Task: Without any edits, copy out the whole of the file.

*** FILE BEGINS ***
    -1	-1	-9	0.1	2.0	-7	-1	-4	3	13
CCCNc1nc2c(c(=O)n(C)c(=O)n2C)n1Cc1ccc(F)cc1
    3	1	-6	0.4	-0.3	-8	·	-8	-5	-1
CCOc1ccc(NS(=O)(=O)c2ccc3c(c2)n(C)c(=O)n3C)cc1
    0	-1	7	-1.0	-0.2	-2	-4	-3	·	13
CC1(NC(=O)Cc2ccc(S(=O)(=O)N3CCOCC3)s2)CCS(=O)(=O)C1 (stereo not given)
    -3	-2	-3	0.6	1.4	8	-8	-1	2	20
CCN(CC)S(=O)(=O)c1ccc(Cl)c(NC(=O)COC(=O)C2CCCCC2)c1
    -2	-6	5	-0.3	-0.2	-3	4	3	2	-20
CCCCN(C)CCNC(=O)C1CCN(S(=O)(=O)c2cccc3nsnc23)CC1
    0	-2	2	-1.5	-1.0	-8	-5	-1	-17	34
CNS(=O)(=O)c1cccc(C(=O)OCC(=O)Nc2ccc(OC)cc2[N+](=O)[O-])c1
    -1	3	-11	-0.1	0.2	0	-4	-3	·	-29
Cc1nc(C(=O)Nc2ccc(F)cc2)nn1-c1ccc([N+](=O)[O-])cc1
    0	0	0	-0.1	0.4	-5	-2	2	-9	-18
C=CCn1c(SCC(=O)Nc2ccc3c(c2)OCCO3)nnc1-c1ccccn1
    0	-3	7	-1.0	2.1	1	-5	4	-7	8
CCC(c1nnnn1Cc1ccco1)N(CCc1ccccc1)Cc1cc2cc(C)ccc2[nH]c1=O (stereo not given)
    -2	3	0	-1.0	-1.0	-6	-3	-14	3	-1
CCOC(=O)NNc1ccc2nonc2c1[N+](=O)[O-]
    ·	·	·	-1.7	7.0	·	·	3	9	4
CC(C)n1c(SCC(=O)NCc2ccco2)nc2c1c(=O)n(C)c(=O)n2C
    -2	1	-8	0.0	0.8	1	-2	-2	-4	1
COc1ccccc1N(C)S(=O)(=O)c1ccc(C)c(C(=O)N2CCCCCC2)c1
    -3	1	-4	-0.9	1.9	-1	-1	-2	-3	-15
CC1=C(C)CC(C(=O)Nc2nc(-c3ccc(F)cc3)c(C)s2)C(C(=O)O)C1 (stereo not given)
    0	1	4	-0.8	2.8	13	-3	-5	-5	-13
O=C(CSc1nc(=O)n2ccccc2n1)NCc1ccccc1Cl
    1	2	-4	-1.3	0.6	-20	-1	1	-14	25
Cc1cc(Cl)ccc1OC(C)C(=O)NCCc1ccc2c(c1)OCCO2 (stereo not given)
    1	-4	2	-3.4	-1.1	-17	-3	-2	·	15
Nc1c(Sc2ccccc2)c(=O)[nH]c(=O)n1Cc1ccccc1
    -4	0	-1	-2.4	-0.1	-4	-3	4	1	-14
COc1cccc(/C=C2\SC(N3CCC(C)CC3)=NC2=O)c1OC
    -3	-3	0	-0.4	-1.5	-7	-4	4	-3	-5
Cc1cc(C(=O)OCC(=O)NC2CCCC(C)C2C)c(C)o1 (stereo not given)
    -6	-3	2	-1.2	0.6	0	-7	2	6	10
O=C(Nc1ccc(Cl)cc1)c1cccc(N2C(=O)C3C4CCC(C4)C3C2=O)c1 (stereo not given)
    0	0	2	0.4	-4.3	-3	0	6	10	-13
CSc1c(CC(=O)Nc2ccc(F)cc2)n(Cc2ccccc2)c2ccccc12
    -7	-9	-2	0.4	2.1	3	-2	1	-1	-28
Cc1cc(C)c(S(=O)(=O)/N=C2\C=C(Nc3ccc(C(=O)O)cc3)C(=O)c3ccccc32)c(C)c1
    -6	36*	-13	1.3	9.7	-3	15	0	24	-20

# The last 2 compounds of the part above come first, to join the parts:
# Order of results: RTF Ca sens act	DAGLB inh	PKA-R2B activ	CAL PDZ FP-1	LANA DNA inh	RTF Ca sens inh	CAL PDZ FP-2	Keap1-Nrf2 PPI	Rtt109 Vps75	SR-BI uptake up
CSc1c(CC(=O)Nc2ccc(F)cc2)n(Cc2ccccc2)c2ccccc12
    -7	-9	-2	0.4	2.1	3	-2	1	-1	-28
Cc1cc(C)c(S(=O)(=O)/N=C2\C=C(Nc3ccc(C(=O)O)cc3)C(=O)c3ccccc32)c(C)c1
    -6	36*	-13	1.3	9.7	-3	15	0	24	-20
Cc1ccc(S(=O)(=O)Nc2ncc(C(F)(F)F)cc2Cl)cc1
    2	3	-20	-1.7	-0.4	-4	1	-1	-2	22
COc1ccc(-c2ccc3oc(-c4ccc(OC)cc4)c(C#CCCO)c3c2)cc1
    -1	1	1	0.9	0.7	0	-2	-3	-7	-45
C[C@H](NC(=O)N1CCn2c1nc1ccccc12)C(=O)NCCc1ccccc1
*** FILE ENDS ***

    -1	-1	-9	0.1	2.0	-7	-1	-4	3	13
CCCNc1nc2c(c(=O)n(C)c(=O)n2C)n1Cc1ccc(F)cc1
    3	1	-6	0.4	-0.3	-8	·	-8	-5	-1
CCOc1ccc(NS(=O)(=O)c2ccc3c(c2)n(C)c(=O)n3C)cc1
    0	-1	7	-1.0	-0.2	-2	-4	-3	·	13
CC1(NC(=O)Cc2ccc(S(=O)(=O)N3CCOCC3)s2)CCS(=O)(=O)C1 (stereo not given)
    -3	-2	-3	0.6	1.4	8	-8	-1	2	20
CCN(CC)S(=O)(=O)c1ccc(Cl)c(NC(=O)COC(=O)C2CCCCC2)c1
    -2	-6	5	-0.3	-0.2	-3	4	3	2	-20
CCCCN(C)CCNC(=O)C1CCN(S(=O)(=O)c2cccc3nsnc23)CC1
    0	-2	2	-1.5	-1.0	-8	-5	-1	-17	34
CNS(=O)(=O)c1cccc(C(=O)OCC(=O)Nc2ccc(OC)cc2[N+](=O)[O-])c1
    -1	3	-11	-0.1	0.2	0	-4	-3	·	-29
Cc1nc(C(=O)Nc2ccc(F)cc2)nn1-c1ccc([N+](=O)[O-])cc1
    0	0	0	-0.1	0.4	-5	-2	2	-9	-18
C=CCn1c(SCC(=O)Nc2ccc3c(c2)OCCO3)nnc1-c1ccccn1
    0	-3	7	-1.0	2.1	1	-5	4	-7	8
CCC(c1nnnn1Cc1ccco1)N(CCc1ccccc1)Cc1cc2cc(C)ccc2[nH]c1=O (stereo not given)
    -2	3	0	-1.0	-1.0	-6	-3	-14	3	-1
CCOC(=O)NNc1ccc2nonc2c1[N+](=O)[O-]
    ·	·	·	-1.7	7.0	·	·	3	9	4
CC(C)n1c(SCC(=O)NCc2ccco2)nc2c1c(=O)n(C)c(=O)n2C
    -2	1	-8	0.0	0.8	1	-2	-2	-4	1
COc1ccccc1N(C)S(=O)(=O)c1ccc(C)c(C(=O)N2CCCCCC2)c1
    -3	1	-4	-0.9	1.9	-1	-1	-2	-3	-15
CC1=C(C)CC(C(=O)Nc2nc(-c3ccc(F)cc3)c(C)s2)C(C(=O)O)C1 (stereo not given)
    0	1	4	-0.8	2.8	13	-3	-5	-5	-13
O=C(CSc1nc(=O)n2ccccc2n1)NCc1ccccc1Cl
    1	2	-4	-1.3	0.6	-20	-1	1	-14	25
Cc1cc(Cl)ccc1OC(C)C(=O)NCCc1ccc2c(c1)OCCO2 (stereo not given)
    1	-4	2	-3.4	-1.1	-17	-3	-2	·	15
Nc1c(Sc2ccccc2)c(=O)[nH]c(=O)n1Cc1ccccc1
    -4	0	-1	-2.4	-0.1	-4	-3	4	1	-14
COc1cccc(/C=C2\SC(N3CCC(C)CC3)=NC2=O)c1OC
    -3	-3	0	-0.4	-1.5	-7	-4	4	-3	-5
Cc1cc(C(=O)OCC(=O)NC2CCCC(C)C2C)c(C)o1 (stereo not given)
    -6	-3	2	-1.2	0.6	0	-7	2	6	10
O=C(Nc1ccc(Cl)cc1)c1cccc(N2C(=O)C3C4CCC(C4)C3C2=O)c1 (stereo not given)
    0	0	2	0.4	-4.3	-3	0	6	10	-13
CSc1c(CC(=O)Nc2ccc(F)cc2)n(Cc2ccccc2)c2ccccc12
    -7	-9	-2	0.4	2.1	3	-2	1	-1	-28
Cc1cc(C)c(S(=O)(=O)/N=C2\C=C(Nc3ccc(C(=O)O)cc3)C(=O)c3ccccc32)c(C)c1
    -6	36*	-13	1.3	9.7	-3	15	0	24	-20

# The last 2 compounds of the part above come first, to join the parts:
# Order of results: RTF Ca sens act	DAGLB inh	PKA-R2B activ	CAL PDZ FP-1	LANA DNA inh	RTF Ca sens inh	CAL PDZ FP-2	Keap1-Nrf2 PPI	Rtt109 Vps75	SR-BI uptake up
CSc1c(CC(=O)Nc2ccc(F)cc2)n(Cc2ccccc2)c2ccccc12
    -7	-9	-2	0.4	2.1	3	-2	1	-1	-28
Cc1cc(C)c(S(=O)(=O)/N=C2\C=C(Nc3ccc(C(=O)O)cc3)C(=O)c3ccccc32)c(C)c1
    -6	36*	-13	1.3	9.7	-3	15	0	24	-20
Cc1ccc(S(=O)(=O)Nc2ncc(C(F)(F)F)cc2Cl)cc1
    2	3	-20	-1.7	-0.4	-4	1	-1	-2	22
COc1ccc(-c2ccc3oc(-c4ccc(OC)cc4)c(C#CCCO)c3c2)cc1
    -1	1	1	0.9	0.7	0	-2	-3	-7	-45
C[C@H](NC(=O)N1CCn2c1nc1ccccc12)C(=O)NCCc1ccccc1